When I come across a horrible mismatch, such as this, I ignore the apparent incorrect color and use a value which more closely resembles the color from the correct color breakout.
So Yes. I change the HEX when I see this happening.
If at all possible I do check things like the client's web presence or any marketing materials to confirm I don't see the apparent incorrect color anywhere. I also mention this to the client 1) so they can be aware there's a possible error in their brand guideline or... 2) on the wildly, off-chance, they really do want that apparent incorrect color.
Hex colors are RGB color. Some don't realize that.
Converting between color models is rarely 100% accurate and can often take visual adjustment.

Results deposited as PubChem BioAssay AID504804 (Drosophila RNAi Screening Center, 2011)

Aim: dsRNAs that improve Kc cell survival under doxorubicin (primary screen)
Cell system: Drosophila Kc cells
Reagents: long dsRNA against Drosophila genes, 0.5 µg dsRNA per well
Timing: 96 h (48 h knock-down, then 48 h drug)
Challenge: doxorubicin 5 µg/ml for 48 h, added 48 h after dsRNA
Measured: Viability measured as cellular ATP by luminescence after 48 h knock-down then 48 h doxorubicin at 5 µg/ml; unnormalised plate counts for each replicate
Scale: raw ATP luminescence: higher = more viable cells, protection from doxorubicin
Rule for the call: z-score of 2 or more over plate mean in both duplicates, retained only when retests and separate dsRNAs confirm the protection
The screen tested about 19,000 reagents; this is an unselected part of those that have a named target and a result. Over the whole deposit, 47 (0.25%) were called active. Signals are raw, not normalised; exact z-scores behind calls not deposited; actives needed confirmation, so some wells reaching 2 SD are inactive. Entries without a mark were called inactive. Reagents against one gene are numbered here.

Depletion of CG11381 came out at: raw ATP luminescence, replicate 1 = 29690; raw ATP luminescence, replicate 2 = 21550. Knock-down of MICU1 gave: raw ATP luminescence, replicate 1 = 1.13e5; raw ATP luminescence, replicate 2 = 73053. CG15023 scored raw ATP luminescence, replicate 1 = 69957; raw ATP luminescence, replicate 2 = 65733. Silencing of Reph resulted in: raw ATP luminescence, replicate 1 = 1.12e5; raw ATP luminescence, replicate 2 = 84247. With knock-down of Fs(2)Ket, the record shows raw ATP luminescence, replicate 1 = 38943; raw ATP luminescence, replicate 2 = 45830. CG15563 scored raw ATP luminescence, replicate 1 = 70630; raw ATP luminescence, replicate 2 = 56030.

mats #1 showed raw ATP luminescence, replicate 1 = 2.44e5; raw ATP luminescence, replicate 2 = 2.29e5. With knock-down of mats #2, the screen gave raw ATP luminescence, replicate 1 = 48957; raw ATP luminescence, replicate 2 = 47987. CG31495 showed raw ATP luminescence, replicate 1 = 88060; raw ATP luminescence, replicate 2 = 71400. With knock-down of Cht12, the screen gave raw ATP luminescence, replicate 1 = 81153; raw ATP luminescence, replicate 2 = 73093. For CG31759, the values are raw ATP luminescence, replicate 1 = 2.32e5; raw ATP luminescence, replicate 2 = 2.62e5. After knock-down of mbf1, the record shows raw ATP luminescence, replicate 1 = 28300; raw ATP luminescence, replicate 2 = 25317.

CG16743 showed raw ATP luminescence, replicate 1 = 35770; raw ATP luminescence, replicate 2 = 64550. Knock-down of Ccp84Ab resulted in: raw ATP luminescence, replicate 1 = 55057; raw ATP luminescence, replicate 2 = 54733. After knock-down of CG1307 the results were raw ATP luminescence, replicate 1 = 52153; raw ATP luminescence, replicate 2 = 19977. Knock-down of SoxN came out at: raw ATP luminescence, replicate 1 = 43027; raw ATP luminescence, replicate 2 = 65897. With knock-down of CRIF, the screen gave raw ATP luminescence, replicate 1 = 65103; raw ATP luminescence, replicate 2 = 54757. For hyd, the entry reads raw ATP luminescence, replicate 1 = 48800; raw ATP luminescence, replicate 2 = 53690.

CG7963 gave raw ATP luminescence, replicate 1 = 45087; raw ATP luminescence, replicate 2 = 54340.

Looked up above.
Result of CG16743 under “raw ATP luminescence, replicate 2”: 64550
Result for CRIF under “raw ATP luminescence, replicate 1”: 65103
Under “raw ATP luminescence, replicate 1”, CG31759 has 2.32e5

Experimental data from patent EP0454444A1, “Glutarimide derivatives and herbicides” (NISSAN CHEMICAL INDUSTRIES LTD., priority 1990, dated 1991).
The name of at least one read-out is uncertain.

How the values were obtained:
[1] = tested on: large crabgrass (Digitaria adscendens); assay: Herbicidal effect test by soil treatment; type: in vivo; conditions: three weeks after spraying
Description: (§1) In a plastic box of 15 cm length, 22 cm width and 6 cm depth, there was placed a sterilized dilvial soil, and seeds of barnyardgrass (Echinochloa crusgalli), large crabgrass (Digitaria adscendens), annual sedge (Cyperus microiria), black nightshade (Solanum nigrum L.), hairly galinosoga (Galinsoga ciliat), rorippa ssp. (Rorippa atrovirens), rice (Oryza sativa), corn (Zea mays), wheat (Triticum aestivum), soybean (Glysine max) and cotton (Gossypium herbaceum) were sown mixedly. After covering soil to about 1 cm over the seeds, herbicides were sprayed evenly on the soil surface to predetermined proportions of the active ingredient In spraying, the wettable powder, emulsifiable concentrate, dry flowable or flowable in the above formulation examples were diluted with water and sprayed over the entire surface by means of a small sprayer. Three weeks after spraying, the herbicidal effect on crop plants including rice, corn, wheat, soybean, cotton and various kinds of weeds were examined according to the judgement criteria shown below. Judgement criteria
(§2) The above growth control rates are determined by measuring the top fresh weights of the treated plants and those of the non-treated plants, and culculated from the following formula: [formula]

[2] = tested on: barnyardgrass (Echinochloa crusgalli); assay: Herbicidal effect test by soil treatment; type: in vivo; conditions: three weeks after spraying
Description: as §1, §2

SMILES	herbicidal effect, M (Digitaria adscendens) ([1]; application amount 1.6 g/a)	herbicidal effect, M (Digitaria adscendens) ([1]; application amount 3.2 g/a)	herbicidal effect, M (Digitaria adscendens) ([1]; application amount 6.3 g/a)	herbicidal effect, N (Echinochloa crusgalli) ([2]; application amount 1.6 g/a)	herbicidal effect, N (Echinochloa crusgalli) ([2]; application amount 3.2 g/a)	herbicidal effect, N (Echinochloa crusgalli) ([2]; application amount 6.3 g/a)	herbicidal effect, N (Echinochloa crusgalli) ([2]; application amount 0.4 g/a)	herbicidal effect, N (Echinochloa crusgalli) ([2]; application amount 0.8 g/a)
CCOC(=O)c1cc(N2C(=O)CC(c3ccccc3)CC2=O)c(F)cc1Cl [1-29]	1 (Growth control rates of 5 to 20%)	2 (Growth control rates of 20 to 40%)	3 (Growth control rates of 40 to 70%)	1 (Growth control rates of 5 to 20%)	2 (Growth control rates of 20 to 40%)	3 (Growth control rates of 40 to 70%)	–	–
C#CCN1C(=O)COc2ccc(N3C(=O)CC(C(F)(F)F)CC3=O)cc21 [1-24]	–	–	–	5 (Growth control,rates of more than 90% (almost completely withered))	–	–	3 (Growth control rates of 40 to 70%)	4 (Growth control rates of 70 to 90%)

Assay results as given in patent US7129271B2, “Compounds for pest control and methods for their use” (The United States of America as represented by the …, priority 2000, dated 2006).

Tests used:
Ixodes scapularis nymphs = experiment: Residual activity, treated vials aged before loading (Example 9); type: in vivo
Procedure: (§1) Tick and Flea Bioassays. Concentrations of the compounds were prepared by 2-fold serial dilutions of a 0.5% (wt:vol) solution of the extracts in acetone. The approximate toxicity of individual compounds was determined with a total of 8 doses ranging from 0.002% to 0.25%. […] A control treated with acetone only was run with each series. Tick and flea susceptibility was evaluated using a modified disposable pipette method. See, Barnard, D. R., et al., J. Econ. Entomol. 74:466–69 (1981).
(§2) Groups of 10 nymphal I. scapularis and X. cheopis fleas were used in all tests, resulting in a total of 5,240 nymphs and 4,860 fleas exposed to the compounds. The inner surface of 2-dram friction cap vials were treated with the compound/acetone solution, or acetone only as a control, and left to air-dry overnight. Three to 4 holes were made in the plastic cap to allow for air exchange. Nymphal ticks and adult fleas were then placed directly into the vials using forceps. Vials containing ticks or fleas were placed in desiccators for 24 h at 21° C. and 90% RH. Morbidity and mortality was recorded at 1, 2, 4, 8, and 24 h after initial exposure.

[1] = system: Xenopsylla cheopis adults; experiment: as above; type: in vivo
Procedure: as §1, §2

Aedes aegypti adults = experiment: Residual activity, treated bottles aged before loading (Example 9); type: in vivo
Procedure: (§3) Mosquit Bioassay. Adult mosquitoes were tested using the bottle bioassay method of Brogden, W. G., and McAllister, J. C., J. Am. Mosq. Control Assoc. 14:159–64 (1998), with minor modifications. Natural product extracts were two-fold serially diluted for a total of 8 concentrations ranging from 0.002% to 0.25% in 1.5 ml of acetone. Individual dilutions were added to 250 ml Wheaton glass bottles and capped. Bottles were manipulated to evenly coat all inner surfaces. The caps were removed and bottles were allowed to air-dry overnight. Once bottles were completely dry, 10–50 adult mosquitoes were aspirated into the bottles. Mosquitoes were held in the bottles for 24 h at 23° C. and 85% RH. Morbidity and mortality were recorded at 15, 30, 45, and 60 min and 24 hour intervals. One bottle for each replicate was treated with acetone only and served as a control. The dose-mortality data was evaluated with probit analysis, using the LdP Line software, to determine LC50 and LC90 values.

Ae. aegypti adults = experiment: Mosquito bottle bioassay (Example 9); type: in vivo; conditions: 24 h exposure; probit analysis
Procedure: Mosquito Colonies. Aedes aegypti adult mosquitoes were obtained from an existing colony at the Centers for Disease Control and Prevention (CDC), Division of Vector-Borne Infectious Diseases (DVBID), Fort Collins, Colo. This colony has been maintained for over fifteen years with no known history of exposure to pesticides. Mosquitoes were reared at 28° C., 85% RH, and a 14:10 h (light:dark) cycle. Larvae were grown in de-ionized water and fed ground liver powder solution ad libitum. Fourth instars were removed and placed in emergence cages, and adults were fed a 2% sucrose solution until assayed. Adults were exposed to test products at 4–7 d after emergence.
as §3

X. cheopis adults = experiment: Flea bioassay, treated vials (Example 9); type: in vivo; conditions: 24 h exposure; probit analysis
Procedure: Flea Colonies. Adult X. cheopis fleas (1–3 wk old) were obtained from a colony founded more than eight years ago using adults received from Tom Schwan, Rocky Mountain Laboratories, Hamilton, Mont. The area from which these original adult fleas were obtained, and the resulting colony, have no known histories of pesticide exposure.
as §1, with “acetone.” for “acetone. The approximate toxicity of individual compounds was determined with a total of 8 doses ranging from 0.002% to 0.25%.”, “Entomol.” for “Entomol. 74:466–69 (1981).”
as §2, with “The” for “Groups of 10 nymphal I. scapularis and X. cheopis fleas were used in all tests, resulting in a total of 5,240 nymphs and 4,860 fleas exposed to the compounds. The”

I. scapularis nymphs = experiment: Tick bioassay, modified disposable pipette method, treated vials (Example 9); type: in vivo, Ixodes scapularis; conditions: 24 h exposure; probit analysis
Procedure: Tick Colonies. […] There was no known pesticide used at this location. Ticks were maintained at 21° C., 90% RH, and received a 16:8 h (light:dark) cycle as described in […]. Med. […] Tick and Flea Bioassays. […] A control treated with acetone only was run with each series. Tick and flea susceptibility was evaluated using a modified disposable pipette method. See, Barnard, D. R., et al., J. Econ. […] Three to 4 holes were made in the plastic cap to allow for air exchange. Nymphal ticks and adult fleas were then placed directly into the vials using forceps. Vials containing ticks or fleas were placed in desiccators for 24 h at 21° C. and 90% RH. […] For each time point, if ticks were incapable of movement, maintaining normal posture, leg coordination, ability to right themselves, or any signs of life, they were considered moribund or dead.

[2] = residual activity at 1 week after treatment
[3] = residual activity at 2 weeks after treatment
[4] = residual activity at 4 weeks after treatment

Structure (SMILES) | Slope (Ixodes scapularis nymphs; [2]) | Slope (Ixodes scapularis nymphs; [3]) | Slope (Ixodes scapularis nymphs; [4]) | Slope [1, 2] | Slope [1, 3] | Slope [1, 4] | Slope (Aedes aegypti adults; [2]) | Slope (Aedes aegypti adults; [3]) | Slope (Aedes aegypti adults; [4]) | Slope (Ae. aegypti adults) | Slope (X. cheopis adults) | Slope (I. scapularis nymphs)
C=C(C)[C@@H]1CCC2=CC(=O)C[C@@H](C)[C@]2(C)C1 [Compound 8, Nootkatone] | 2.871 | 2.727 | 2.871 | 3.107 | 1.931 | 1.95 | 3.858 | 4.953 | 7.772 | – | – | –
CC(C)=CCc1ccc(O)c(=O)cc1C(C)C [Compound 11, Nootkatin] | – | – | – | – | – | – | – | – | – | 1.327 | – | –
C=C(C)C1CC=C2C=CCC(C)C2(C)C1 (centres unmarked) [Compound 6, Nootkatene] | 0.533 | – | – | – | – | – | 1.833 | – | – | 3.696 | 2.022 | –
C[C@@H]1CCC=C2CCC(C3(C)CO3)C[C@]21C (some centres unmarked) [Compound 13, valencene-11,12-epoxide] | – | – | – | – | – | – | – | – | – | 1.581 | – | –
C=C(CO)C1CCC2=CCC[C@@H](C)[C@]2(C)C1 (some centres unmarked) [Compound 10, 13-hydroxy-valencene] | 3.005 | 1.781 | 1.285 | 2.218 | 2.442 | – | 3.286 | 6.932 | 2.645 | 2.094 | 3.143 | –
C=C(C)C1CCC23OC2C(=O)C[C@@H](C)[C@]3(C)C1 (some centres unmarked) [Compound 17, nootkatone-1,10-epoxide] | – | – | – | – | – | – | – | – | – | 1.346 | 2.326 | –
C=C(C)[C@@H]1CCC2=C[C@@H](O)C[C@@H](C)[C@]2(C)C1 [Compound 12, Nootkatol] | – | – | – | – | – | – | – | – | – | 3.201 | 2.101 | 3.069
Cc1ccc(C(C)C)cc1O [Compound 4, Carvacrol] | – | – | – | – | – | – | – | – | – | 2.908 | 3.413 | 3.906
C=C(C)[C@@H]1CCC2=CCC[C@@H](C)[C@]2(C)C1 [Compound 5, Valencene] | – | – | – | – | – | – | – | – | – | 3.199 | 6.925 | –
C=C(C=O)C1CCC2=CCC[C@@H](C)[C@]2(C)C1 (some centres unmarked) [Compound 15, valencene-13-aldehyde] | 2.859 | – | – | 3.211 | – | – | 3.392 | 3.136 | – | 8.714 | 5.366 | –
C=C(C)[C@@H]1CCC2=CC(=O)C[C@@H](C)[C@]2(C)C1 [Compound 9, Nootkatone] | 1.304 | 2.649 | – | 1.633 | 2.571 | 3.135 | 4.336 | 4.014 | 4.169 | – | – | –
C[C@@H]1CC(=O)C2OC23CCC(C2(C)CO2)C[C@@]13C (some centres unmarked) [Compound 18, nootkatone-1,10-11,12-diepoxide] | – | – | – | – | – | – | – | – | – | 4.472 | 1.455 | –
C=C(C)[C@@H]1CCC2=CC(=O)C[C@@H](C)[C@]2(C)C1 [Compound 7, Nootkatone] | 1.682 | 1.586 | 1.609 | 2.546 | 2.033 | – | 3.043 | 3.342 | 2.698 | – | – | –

On my system, using your CMYK values (56/4/100/0) results in a HEX of #81b948. Which appears very similar, but nowhere close to #70F500. Note that #81b948 is a direct result of my color profiles. That exact hex value may not be the same on any other system where the auto-conversion is concerned.
I've OFTEN seen poor color conversions in branding guidelines similar to this. It's not impossible that someone, creating the guidelines, mistyped a value. Or merely used an auto-conversion value which they never actually checked. This also can often happen if one starts with a Pantone color.. then auto-converts spot to CMYK, then spot to RGB.. again without ever actually checking the color appearance. Spot auto-conversions tend to result in more mismatches in my experience.